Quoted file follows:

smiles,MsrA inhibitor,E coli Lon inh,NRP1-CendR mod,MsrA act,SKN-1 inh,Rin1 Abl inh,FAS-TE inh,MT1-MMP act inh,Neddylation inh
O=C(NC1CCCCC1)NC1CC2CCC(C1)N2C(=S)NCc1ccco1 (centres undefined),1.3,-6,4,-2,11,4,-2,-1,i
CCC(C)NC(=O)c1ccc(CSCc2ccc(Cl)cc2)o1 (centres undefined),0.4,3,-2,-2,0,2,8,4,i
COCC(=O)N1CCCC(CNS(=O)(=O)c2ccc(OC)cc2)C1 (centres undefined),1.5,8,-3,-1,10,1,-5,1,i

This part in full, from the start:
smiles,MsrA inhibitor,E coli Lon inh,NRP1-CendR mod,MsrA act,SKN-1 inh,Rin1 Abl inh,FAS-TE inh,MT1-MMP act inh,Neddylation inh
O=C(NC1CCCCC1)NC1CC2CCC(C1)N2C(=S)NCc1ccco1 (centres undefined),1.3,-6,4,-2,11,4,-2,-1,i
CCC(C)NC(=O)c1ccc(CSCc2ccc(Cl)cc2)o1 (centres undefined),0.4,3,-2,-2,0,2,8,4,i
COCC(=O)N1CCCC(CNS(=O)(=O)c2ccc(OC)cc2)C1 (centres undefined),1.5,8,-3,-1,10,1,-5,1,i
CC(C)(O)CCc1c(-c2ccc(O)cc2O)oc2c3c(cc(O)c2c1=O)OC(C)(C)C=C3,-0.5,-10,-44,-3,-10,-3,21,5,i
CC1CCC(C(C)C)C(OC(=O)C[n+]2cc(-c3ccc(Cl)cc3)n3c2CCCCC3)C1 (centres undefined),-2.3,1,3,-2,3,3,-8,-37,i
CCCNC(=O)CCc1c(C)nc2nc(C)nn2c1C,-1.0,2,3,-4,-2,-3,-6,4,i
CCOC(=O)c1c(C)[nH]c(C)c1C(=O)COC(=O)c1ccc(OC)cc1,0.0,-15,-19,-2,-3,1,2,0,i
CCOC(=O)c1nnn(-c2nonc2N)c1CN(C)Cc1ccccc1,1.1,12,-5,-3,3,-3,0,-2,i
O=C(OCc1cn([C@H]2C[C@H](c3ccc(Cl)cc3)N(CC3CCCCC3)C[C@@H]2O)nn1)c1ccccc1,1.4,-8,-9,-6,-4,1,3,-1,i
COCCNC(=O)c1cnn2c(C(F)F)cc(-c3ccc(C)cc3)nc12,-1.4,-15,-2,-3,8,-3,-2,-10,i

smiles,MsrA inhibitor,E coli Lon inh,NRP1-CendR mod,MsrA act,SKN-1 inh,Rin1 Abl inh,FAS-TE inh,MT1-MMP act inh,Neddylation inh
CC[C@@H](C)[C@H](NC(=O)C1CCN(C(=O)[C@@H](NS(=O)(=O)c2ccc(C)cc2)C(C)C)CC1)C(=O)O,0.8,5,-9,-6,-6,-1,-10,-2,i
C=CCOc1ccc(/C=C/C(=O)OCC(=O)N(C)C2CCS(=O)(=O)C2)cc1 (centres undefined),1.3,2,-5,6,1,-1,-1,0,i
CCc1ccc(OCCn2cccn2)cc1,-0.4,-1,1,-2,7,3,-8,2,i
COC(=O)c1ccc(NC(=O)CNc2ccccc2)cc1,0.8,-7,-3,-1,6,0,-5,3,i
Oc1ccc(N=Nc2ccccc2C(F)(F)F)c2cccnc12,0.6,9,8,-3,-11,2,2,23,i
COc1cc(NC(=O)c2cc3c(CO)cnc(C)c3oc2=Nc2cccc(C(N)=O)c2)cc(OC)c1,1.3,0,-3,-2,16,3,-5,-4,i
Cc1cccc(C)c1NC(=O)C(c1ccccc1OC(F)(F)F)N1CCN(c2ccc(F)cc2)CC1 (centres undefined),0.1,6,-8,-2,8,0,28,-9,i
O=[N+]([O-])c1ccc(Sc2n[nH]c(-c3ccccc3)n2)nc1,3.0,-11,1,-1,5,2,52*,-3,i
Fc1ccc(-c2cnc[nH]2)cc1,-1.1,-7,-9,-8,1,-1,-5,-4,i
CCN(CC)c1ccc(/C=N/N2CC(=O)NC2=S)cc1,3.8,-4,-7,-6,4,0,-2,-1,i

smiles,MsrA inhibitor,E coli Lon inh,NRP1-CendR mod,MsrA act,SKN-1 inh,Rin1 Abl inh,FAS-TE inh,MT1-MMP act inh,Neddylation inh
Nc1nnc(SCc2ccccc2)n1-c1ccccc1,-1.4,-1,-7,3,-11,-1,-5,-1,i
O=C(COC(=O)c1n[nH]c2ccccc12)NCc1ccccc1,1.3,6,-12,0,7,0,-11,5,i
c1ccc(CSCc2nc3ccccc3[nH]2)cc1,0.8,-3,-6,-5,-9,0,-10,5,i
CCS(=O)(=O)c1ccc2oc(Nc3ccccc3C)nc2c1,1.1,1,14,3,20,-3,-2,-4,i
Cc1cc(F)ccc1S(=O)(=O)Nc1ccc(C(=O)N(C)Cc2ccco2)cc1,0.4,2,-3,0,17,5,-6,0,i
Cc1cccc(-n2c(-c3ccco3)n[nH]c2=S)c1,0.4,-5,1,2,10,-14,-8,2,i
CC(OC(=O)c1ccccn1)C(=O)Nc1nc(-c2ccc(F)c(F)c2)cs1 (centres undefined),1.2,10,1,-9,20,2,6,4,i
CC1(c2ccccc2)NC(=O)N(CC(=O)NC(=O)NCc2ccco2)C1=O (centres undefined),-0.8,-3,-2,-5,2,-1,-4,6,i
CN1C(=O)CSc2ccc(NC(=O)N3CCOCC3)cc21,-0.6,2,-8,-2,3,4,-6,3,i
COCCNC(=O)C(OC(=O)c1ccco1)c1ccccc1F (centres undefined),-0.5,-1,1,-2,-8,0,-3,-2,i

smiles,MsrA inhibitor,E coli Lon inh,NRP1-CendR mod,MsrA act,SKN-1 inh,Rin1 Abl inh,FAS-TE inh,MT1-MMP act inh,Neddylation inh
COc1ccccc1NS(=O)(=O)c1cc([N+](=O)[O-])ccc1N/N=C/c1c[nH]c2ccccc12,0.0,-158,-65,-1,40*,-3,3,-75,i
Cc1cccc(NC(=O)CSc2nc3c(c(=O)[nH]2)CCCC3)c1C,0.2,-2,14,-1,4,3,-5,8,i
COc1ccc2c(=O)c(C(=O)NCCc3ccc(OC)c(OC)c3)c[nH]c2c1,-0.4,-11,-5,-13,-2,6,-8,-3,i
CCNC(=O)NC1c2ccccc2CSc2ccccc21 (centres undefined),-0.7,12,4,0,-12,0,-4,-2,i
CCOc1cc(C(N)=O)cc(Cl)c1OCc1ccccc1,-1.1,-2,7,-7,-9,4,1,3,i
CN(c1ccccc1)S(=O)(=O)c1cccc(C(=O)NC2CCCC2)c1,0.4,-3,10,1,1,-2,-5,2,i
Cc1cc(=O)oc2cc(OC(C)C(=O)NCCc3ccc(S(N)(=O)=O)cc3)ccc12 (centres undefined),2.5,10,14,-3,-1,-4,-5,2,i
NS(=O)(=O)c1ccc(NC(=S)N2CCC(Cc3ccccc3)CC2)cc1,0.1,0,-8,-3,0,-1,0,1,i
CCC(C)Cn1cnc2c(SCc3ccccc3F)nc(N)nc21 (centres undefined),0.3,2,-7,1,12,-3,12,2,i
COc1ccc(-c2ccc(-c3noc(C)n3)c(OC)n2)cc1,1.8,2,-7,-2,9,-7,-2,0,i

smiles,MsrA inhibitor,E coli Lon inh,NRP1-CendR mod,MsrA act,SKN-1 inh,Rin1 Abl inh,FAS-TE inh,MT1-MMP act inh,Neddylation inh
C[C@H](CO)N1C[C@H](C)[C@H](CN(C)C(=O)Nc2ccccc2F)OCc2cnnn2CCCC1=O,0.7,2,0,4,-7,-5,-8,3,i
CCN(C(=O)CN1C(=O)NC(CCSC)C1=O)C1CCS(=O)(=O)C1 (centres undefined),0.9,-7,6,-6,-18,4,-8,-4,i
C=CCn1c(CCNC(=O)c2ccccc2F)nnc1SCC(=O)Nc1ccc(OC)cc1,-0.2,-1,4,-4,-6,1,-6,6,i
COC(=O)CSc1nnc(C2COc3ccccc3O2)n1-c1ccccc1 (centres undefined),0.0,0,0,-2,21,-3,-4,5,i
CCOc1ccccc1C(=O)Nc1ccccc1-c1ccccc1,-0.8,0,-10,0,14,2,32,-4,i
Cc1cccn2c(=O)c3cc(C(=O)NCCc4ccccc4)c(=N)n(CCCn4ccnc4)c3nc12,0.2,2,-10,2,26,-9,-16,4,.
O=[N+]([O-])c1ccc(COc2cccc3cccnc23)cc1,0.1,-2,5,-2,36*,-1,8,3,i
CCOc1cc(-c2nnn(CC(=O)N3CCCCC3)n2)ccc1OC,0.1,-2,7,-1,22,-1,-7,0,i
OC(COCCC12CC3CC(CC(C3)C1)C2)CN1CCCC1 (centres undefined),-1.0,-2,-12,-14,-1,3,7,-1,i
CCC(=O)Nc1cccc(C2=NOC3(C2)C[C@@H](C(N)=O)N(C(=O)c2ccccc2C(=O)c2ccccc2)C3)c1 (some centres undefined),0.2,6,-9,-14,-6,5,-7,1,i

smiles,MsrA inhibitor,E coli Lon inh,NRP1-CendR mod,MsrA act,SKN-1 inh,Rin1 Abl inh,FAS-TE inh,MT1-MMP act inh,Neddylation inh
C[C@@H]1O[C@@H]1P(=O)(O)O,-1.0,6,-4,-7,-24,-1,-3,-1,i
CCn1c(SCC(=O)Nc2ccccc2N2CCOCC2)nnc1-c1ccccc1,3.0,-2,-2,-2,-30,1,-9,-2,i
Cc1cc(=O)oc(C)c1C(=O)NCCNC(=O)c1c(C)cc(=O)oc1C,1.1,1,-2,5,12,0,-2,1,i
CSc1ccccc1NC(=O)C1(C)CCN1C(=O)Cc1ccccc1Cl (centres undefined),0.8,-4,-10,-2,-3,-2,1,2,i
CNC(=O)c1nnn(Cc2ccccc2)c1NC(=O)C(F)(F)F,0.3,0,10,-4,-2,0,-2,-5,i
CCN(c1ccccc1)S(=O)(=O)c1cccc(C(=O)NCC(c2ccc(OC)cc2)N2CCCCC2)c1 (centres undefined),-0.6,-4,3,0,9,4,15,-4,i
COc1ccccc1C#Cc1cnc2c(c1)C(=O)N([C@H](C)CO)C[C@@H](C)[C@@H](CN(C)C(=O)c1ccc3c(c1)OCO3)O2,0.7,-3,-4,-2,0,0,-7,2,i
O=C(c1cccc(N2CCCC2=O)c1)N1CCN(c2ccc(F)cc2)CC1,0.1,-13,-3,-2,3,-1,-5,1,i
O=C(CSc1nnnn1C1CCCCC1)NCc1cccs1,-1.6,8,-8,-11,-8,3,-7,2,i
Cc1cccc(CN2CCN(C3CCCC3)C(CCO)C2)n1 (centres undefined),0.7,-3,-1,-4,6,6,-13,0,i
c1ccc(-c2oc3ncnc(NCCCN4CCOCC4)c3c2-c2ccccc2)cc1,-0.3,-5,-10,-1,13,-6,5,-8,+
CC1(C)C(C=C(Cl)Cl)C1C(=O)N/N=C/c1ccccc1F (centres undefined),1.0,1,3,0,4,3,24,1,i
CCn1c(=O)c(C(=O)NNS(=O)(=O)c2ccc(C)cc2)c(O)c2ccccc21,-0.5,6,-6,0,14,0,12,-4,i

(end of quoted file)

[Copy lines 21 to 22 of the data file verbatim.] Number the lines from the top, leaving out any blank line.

COC(=O)c1ccc(NC(=O)CNc2ccccc2)cc1,0.8,-7,-3,-1,6,0,-5,3,i
Oc1ccc(N=Nc2ccccc2C(F)(F)F)c2cccnc12,0.6,9,8,-3,-11,2,2,23,i